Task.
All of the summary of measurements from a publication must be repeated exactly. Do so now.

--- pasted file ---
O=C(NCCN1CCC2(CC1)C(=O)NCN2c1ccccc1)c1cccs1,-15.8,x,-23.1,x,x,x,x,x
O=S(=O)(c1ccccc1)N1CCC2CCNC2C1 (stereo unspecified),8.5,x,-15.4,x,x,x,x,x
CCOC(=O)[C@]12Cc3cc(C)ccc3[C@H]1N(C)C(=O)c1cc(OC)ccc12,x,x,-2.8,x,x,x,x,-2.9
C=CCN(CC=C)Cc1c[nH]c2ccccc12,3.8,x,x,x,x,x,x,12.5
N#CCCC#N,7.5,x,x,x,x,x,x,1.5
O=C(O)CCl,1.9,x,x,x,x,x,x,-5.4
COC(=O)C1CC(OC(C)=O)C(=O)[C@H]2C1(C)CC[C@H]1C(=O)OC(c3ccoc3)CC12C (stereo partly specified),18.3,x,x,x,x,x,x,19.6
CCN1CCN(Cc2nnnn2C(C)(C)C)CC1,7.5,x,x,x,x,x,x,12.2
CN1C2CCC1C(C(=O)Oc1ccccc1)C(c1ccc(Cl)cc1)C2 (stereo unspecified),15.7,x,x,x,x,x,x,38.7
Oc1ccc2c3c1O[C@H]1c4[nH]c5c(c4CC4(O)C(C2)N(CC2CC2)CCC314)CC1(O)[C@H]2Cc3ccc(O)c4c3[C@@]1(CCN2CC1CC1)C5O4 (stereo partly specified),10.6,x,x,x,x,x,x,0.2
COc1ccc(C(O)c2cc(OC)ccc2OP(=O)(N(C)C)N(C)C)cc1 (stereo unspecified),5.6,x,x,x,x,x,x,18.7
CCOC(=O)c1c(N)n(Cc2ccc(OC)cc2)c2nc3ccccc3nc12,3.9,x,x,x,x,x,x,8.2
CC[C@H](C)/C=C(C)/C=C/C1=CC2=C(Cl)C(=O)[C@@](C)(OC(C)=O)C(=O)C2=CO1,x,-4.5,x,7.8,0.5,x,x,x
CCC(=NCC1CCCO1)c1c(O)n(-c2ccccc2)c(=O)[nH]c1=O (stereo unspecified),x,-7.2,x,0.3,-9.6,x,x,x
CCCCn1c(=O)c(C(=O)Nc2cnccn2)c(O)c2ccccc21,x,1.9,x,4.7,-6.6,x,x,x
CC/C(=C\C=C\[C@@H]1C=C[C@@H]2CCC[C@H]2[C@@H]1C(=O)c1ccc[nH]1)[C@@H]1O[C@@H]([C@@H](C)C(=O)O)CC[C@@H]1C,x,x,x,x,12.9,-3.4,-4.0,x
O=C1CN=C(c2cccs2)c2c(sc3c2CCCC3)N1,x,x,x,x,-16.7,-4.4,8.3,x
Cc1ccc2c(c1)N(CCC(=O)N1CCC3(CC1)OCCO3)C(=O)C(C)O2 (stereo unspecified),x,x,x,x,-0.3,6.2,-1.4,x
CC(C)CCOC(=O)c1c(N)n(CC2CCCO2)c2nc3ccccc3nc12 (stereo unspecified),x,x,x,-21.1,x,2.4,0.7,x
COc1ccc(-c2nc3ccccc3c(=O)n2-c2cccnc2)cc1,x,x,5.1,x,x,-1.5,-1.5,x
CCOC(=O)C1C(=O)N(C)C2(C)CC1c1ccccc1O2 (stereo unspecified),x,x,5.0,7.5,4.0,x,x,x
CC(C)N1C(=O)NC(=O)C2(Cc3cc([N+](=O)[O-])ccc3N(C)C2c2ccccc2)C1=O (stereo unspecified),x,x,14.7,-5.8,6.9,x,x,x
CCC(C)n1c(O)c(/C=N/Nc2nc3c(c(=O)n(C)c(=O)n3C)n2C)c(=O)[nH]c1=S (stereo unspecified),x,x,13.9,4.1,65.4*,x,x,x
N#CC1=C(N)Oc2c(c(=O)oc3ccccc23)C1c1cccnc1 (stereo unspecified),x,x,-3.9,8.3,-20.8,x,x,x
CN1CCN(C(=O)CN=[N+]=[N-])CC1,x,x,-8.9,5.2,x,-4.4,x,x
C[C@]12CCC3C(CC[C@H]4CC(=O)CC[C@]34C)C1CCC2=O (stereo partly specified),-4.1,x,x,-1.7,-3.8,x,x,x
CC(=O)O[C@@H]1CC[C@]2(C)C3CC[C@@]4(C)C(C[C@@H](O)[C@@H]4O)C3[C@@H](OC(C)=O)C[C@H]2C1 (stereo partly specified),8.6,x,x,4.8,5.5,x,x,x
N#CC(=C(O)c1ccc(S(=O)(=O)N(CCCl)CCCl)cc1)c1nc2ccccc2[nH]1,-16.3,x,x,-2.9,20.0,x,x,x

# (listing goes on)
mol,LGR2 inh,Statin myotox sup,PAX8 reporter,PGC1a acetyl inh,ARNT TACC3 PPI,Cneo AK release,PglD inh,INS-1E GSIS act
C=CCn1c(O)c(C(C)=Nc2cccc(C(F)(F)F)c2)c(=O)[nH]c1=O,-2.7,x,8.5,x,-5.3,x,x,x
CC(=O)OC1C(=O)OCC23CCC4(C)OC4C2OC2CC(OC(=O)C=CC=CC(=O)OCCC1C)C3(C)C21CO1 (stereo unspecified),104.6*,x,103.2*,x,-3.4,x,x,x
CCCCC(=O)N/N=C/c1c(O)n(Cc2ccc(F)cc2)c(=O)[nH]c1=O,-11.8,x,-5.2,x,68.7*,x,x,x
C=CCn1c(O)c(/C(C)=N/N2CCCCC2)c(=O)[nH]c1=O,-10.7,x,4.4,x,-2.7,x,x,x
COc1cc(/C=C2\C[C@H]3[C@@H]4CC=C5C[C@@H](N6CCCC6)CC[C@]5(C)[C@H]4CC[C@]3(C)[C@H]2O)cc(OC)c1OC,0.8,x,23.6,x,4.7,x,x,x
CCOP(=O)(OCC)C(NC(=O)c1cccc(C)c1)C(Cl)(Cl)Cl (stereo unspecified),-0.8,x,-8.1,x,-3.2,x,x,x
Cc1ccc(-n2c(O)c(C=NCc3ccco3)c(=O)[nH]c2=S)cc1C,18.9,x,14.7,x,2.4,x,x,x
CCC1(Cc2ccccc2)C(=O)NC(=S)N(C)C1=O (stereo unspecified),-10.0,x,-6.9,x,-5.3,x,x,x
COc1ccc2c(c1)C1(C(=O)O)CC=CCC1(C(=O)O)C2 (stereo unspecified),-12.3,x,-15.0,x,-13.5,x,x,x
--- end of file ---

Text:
O=C(NCCN1CCC2(CC1)C(=O)NCN2c1ccccc1)c1cccs1,-15.8,x,-23.1,x,x,x,x,x
O=S(=O)(c1ccccc1)N1CCC2CCNC2C1 (stereo unspecified),8.5,x,-15.4,x,x,x,x,x
CCOC(=O)[C@]12Cc3cc(C)ccc3[C@H]1N(C)C(=O)c1cc(OC)ccc12,x,x,-2.8,x,x,x,x,-2.9
C=CCN(CC=C)Cc1c[nH]c2ccccc12,3.8,x,x,x,x,x,x,12.5
N#CCCC#N,7.5,x,x,x,x,x,x,1.5
O=C(O)CCl,1.9,x,x,x,x,x,x,-5.4
COC(=O)C1CC(OC(C)=O)C(=O)[C@H]2C1(C)CC[C@H]1C(=O)OC(c3ccoc3)CC12C (stereo partly specified),18.3,x,x,x,x,x,x,19.6
CCN1CCN(Cc2nnnn2C(C)(C)C)CC1,7.5,x,x,x,x,x,x,12.2
CN1C2CCC1C(C(=O)Oc1ccccc1)C(c1ccc(Cl)cc1)C2 (stereo unspecified),15.7,x,x,x,x,x,x,38.7
Oc1ccc2c3c1O[C@H]1c4[nH]c5c(c4CC4(O)C(C2)N(CC2CC2)CCC314)CC1(O)[C@H]2Cc3ccc(O)c4c3[C@@]1(CCN2CC1CC1)C5O4 (stereo partly specified),10.6,x,x,x,x,x,x,0.2
COc1ccc(C(O)c2cc(OC)ccc2OP(=O)(N(C)C)N(C)C)cc1 (stereo unspecified),5.6,x,x,x,x,x,x,18.7
CCOC(=O)c1c(N)n(Cc2ccc(OC)cc2)c2nc3ccccc3nc12,3.9,x,x,x,x,x,x,8.2
CC[C@H](C)/C=C(C)/C=C/C1=CC2=C(Cl)C(=O)[C@@](C)(OC(C)=O)C(=O)C2=CO1,x,-4.5,x,7.8,0.5,x,x,x
CCC(=NCC1CCCO1)c1c(O)n(-c2ccccc2)c(=O)[nH]c1=O (stereo unspecified),x,-7.2,x,0.3,-9.6,x,x,x
CCCCn1c(=O)c(C(=O)Nc2cnccn2)c(O)c2ccccc21,x,1.9,x,4.7,-6.6,x,x,x
CC/C(=C\C=C\[C@@H]1C=C[C@@H]2CCC[C@H]2[C@@H]1C(=O)c1ccc[nH]1)[C@@H]1O[C@@H]([C@@H](C)C(=O)O)CC[C@@H]1C,x,x,x,x,12.9,-3.4,-4.0,x
O=C1CN=C(c2cccs2)c2c(sc3c2CCCC3)N1,x,x,x,x,-16.7,-4.4,8.3,x
Cc1ccc2c(c1)N(CCC(=O)N1CCC3(CC1)OCCO3)C(=O)C(C)O2 (stereo unspecified),x,x,x,x,-0.3,6.2,-1.4,x
CC(C)CCOC(=O)c1c(N)n(CC2CCCO2)c2nc3ccccc3nc12 (stereo unspecified),x,x,x,-21.1,x,2.4,0.7,x
COc1ccc(-c2nc3ccccc3c(=O)n2-c2cccnc2)cc1,x,x,5.1,x,x,-1.5,-1.5,x
CCOC(=O)C1C(=O)N(C)C2(C)CC1c1ccccc1O2 (stereo unspecified),x,x,5.0,7.5,4.0,x,x,x
CC(C)N1C(=O)NC(=O)C2(Cc3cc([N+](=O)[O-])ccc3N(C)C2c2ccccc2)C1=O (stereo unspecified),x,x,14.7,-5.8,6.9,x,x,x
CCC(C)n1c(O)c(/C=N/Nc2nc3c(c(=O)n(C)c(=O)n3C)n2C)c(=O)[nH]c1=S (stereo unspecified),x,x,13.9,4.1,65.4*,x,x,x
N#CC1=C(N)Oc2c(c(=O)oc3ccccc23)C1c1cccnc1 (stereo unspecified),x,x,-3.9,8.3,-20.8,x,x,x
CN1CCN(C(=O)CN=[N+]=[N-])CC1,x,x,-8.9,5.2,x,-4.4,x,x
C[C@]12CCC3C(CC[C@H]4CC(=O)CC[C@]34C)C1CCC2=O (stereo partly specified),-4.1,x,x,-1.7,-3.8,x,x,x
CC(=O)O[C@@H]1CC[C@]2(C)C3CC[C@@]4(C)C(C[C@@H](O)[C@@H]4O)C3[C@@H](OC(C)=O)C[C@H]2C1 (stereo partly specified),8.6,x,x,4.8,5.5,x,x,x
N#CC(=C(O)c1ccc(S(=O)(=O)N(CCCl)CCCl)cc1)c1nc2ccccc2[nH]1,-16.3,x,x,-2.9,20.0,x,x,x

# (listing goes on)
mol,LGR2 inh,Statin myotox sup,PAX8 reporter,PGC1a acetyl inh,ARNT TACC3 PPI,Cneo AK release,PglD inh,INS-1E GSIS act
C=CCn1c(O)c(C(C)=Nc2cccc(C(F)(F)F)c2)c(=O)[nH]c1=O,-2.7,x,8.5,x,-5.3,x,x,x
CC(=O)OC1C(=O)OCC23CCC4(C)OC4C2OC2CC(OC(=O)C=CC=CC(=O)OCCC1C)C3(C)C21CO1 (stereo unspecified),104.6*,x,103.2*,x,-3.4,x,x,x
CCCCC(=O)N/N=C/c1c(O)n(Cc2ccc(F)cc2)c(=O)[nH]c1=O,-11.8,x,-5.2,x,68.7*,x,x,x
C=CCn1c(O)c(/C(C)=N/N2CCCCC2)c(=O)[nH]c1=O,-10.7,x,4.4,x,-2.7,x,x,x
COc1cc(/C=C2\C[C@H]3[C@@H]4CC=C5C[C@@H](N6CCCC6)CC[C@]5(C)[C@H]4CC[C@]3(C)[C@H]2O)cc(OC)c1OC,0.8,x,23.6,x,4.7,x,x,x
CCOP(=O)(OCC)C(NC(=O)c1cccc(C)c1)C(Cl)(Cl)Cl (stereo unspecified),-0.8,x,-8.1,x,-3.2,x,x,x
Cc1ccc(-n2c(O)c(C=NCc3ccco3)c(=O)[nH]c2=S)cc1C,18.9,x,14.7,x,2.4,x,x,x
CCC1(Cc2ccccc2)C(=O)NC(=S)N(C)C1=O (stereo unspecified),-10.0,x,-6.9,x,-5.3,x,x,x
COc1ccc2c(c1)C1(C(=O)O)CC=CCC1(C(=O)O)C2 (stereo unspecified),-12.3,x,-15.0,x,-13.5,x,x,x